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Vancouver Island and my expanding interests
August 22nd, 2009 by Jeff

Another week in and things are running a little more smoothly. We have been able to set up accommodations with family and couch surfers for the rest of the month. This has taken some of the pressure off the immediate “find a place to stay” scramble we were doing early on. However, Kate and I have been discussing the ease of internet accessibility in Canada, and that it may not last as we move further west in Asia (although it might – since we are planning on staying with couchsurfers who rely on the internet?). I guess well find out soon enough. However it turns out, Kate and I are feeling a little more pressure to get set plans in place for Japan, China, Cambodia and Viet Nam.

I have particularly enjoyed our time in Vancouver Island. Rock climbing with our host Kyle was an unexpected and pleasant surprise for me. I had always wanted to try climbing out in the wilderness on a real mountain (I had done the rock gym once or twice) and it definitely brought a new “edge” to the sport. Although I was strapped in and safe, I still had a very real fear of slipping and falling down the mountain. Also, I was much higher than I had ever been in a gym. On both climbs that I did, I opted to not push too hard and risk any injury (but it would be cool to try again and summit the section of mountain I was climbing). However, overall I was very happy with my performance and would definitely like to pursue this more (Jeff and Chloe – we should get together and do this in AZ when Tess and I get back in town).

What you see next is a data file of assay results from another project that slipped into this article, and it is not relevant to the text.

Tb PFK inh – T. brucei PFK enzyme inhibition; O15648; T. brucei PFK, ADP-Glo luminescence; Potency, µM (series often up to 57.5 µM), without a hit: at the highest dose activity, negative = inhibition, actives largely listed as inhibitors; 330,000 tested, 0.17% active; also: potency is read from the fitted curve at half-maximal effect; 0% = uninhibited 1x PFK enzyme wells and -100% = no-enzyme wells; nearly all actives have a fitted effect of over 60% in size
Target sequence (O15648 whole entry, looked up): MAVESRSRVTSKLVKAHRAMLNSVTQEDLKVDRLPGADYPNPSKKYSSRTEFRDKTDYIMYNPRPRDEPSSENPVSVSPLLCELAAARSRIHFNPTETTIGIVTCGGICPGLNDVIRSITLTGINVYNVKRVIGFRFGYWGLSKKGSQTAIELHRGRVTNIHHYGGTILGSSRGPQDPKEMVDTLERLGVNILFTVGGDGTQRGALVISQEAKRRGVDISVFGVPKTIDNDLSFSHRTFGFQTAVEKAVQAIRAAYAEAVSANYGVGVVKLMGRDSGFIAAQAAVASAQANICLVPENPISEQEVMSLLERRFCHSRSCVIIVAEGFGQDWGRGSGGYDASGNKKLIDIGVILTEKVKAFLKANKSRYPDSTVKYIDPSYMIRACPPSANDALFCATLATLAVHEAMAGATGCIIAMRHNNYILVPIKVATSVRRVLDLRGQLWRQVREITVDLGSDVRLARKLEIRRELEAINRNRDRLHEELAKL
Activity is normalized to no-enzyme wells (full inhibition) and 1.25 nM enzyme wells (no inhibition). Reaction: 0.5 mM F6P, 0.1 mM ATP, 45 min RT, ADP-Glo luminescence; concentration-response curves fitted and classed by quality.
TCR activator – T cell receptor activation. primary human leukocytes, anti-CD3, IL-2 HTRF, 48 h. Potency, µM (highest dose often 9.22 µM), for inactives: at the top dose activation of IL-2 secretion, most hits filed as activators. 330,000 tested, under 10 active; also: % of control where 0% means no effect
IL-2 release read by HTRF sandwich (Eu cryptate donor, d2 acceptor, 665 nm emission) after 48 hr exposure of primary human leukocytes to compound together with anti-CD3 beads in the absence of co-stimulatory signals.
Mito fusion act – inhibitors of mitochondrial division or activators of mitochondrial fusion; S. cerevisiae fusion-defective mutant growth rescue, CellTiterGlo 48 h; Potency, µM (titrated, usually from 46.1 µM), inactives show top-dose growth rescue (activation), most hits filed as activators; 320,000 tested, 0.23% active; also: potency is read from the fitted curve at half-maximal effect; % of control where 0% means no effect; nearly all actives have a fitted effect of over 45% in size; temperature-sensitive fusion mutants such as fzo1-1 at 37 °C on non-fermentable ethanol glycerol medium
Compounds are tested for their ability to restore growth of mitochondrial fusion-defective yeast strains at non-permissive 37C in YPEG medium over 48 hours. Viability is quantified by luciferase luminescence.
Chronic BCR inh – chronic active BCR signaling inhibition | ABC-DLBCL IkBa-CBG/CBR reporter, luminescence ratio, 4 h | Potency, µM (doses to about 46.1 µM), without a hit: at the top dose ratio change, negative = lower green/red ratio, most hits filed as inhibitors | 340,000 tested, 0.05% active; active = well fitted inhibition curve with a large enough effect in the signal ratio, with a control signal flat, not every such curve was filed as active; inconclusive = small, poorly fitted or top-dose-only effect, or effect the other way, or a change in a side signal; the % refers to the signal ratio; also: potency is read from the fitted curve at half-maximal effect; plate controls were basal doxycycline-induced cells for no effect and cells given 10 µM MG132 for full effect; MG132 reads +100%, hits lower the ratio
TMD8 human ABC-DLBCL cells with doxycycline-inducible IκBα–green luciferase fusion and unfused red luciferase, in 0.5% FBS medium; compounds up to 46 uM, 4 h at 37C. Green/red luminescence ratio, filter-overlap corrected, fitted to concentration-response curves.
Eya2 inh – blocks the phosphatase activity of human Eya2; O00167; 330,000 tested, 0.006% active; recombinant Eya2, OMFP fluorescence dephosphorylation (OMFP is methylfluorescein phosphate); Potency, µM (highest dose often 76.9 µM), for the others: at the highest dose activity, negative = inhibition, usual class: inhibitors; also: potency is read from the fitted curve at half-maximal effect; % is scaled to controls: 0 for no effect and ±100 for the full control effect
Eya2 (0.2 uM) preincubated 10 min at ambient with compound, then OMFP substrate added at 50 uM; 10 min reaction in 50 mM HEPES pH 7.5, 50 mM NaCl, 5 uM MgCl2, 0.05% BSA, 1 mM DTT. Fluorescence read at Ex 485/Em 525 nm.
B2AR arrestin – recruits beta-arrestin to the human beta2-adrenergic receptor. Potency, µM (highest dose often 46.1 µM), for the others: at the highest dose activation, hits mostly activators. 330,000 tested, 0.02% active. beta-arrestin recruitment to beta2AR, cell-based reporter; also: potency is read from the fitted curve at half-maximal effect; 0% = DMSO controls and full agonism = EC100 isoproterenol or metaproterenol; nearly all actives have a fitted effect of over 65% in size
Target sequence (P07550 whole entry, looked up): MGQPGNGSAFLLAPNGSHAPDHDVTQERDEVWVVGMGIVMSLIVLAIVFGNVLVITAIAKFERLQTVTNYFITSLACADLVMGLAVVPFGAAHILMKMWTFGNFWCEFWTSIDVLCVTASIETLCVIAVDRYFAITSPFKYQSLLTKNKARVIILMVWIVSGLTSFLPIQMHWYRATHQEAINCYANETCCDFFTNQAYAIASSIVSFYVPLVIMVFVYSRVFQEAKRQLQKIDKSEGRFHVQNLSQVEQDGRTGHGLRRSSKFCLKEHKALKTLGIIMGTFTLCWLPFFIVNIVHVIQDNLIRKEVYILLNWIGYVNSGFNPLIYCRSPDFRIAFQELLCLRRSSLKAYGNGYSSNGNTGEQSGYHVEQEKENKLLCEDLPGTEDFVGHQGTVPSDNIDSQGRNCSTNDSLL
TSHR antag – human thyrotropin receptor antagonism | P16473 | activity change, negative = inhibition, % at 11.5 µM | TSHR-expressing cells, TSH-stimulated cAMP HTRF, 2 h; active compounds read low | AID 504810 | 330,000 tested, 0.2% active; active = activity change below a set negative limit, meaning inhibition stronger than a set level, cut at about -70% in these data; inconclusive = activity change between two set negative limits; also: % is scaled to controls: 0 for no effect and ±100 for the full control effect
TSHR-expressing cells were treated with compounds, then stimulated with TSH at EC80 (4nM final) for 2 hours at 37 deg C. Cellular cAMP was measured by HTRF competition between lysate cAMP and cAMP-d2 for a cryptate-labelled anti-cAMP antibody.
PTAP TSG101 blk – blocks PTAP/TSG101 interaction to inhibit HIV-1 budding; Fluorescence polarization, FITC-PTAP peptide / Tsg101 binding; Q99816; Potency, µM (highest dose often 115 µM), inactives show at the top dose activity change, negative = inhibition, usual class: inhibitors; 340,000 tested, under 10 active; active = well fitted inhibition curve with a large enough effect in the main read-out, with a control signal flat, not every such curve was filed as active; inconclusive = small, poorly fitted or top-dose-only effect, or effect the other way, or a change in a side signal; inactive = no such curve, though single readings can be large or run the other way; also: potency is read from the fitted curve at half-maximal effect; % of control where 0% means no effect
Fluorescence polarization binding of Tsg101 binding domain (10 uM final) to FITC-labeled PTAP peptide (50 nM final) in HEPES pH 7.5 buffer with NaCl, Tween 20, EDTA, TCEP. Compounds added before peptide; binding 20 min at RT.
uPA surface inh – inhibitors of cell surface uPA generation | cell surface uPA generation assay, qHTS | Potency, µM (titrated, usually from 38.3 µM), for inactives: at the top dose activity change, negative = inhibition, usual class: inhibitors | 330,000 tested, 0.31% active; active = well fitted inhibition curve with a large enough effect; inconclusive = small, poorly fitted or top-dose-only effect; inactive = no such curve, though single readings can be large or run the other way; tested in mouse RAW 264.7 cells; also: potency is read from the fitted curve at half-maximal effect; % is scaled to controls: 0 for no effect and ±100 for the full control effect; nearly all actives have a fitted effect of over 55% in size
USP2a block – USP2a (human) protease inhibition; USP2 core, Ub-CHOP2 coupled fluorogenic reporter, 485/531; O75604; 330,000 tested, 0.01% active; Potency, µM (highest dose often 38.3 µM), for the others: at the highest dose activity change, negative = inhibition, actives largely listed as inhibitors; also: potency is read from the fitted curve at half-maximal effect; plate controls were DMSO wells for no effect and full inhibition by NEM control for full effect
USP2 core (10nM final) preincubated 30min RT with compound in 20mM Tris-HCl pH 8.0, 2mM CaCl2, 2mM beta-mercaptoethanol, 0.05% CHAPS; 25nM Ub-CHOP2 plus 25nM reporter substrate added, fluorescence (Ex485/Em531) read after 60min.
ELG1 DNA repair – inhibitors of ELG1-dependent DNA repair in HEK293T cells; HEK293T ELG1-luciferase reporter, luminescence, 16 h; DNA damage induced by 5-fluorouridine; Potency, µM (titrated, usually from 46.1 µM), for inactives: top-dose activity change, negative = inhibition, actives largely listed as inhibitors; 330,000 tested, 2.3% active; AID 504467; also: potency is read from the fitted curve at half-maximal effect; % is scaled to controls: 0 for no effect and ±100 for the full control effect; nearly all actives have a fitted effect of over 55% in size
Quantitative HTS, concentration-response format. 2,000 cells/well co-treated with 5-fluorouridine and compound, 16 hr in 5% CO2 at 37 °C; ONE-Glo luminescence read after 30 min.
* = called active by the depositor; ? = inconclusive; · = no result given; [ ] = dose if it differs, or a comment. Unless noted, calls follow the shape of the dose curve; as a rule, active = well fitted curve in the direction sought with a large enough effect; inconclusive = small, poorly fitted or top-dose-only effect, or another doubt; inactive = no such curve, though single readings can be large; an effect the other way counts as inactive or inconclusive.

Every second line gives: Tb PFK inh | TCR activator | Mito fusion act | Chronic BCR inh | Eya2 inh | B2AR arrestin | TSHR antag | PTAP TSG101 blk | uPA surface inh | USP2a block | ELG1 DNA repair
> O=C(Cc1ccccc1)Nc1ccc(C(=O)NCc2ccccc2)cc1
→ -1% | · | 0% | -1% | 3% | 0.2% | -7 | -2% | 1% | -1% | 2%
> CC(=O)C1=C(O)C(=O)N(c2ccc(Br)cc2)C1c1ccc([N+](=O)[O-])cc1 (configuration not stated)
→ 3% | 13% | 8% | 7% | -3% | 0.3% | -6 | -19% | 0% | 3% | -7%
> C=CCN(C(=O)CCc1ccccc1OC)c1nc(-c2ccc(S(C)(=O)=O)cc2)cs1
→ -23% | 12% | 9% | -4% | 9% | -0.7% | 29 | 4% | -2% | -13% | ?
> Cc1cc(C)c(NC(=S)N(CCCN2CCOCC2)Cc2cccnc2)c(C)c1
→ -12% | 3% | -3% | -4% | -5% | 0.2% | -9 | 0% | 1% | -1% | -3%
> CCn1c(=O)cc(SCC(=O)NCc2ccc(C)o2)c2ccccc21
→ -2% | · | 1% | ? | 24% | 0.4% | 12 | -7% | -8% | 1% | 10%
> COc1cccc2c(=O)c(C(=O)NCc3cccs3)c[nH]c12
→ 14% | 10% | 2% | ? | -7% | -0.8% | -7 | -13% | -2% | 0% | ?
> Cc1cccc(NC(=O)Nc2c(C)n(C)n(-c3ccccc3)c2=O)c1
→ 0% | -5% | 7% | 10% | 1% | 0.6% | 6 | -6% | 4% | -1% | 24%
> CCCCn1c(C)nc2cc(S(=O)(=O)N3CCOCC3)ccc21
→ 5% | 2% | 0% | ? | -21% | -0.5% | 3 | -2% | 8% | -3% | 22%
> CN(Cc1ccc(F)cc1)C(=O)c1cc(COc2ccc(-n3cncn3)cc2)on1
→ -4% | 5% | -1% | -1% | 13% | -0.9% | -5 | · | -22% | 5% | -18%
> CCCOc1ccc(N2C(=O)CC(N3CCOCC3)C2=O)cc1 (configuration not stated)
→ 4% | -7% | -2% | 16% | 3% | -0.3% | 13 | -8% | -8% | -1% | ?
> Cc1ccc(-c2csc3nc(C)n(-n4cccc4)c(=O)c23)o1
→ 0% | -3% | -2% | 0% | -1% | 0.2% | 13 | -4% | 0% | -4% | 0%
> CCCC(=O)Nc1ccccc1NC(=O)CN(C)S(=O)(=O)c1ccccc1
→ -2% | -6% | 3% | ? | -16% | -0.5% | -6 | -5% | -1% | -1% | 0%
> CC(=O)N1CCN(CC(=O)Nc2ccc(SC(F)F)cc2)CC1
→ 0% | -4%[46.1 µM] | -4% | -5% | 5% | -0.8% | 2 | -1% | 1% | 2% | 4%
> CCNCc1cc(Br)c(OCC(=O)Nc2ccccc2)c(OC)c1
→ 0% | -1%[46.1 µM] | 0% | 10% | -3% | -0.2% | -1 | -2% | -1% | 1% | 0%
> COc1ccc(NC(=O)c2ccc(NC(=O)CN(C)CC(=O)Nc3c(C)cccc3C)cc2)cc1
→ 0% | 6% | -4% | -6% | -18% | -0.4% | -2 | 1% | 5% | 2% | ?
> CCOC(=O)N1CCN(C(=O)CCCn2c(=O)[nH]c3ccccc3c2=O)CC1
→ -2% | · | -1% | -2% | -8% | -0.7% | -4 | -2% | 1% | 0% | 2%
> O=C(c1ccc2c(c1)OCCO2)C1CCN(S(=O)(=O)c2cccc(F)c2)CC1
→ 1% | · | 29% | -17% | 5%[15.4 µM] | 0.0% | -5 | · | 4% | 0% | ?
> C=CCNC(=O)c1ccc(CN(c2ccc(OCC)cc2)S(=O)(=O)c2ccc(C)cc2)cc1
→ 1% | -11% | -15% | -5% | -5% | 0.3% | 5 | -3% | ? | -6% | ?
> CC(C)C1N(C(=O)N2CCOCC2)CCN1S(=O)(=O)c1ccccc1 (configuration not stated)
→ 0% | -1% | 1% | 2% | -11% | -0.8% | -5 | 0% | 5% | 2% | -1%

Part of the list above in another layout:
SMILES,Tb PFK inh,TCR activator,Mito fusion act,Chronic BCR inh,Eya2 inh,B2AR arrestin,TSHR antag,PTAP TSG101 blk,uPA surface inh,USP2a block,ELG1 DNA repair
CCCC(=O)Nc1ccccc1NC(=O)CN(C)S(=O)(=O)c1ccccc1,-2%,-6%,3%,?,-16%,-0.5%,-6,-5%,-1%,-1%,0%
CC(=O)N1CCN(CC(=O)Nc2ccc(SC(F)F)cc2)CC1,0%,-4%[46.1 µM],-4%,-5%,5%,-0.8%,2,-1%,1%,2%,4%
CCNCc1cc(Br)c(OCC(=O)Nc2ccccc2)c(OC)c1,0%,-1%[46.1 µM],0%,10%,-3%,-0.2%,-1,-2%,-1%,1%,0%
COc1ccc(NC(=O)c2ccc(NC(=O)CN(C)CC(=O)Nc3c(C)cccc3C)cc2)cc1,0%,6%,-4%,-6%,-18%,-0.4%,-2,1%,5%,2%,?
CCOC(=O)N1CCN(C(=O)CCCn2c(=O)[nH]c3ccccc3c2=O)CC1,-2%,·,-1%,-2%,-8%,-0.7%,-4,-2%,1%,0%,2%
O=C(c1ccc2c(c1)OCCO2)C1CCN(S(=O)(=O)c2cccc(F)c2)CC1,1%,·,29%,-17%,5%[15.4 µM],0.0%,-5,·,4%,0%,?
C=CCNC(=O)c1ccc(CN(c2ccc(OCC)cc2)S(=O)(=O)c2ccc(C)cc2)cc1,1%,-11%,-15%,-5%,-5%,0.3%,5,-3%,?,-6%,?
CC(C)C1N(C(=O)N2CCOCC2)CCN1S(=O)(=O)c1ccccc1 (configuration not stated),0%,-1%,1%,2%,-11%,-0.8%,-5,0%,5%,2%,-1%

Today we spent the day in Duncan. This is about 50 miles north of Victoria. The town has a quaint little city center and we went to the farmers markets (some things just won’t change with Kate – I am sure farmer’s markets will be on the “things to do” wherever we are). The market was very nice and I did get an awesome smoked venison sausage. (I also had some great smoked elk earlier in the week in Victoria). After the market we went on tour of the totem poles in the town. The local indigenous people have had totems in the culture for hundreds of years. It was very interesting to see the different forms and be told the reasons for totems: as a family ‘coat of arms’, as a method of story telling, as a memorial or burial tribute, in addition to a decoration for the homes. Seeing all this great art made me wonder what I’d use in a design for a Wells family totem? I think an eagle would need to be there somewhere, with Pappy as a pilot for American Airlines and my degree in Aerospace Engineering. The other stuff is still under consideration. I may sketch something out on this grand tour of ours.

We also spent some time today at a Raptor Sanctuary. I’ve always enjoyed seeing these birds of prey in the wild and this was a very up close look at them. The center does daily flying (off tether) demonstrations and we were in very close proximity to the birds; only a few feet away. One of the owls in the show was hand reared and allowed the trainer to manipulate his head and body to show us up close all the interesting things that make these birds so special. It was quite informative and educational (schooling points for Kate and I – woohoo). Falconry has always been something I have had an interest in and this experience definitely piqued my curiosity – this is another thing I will need to learn more about.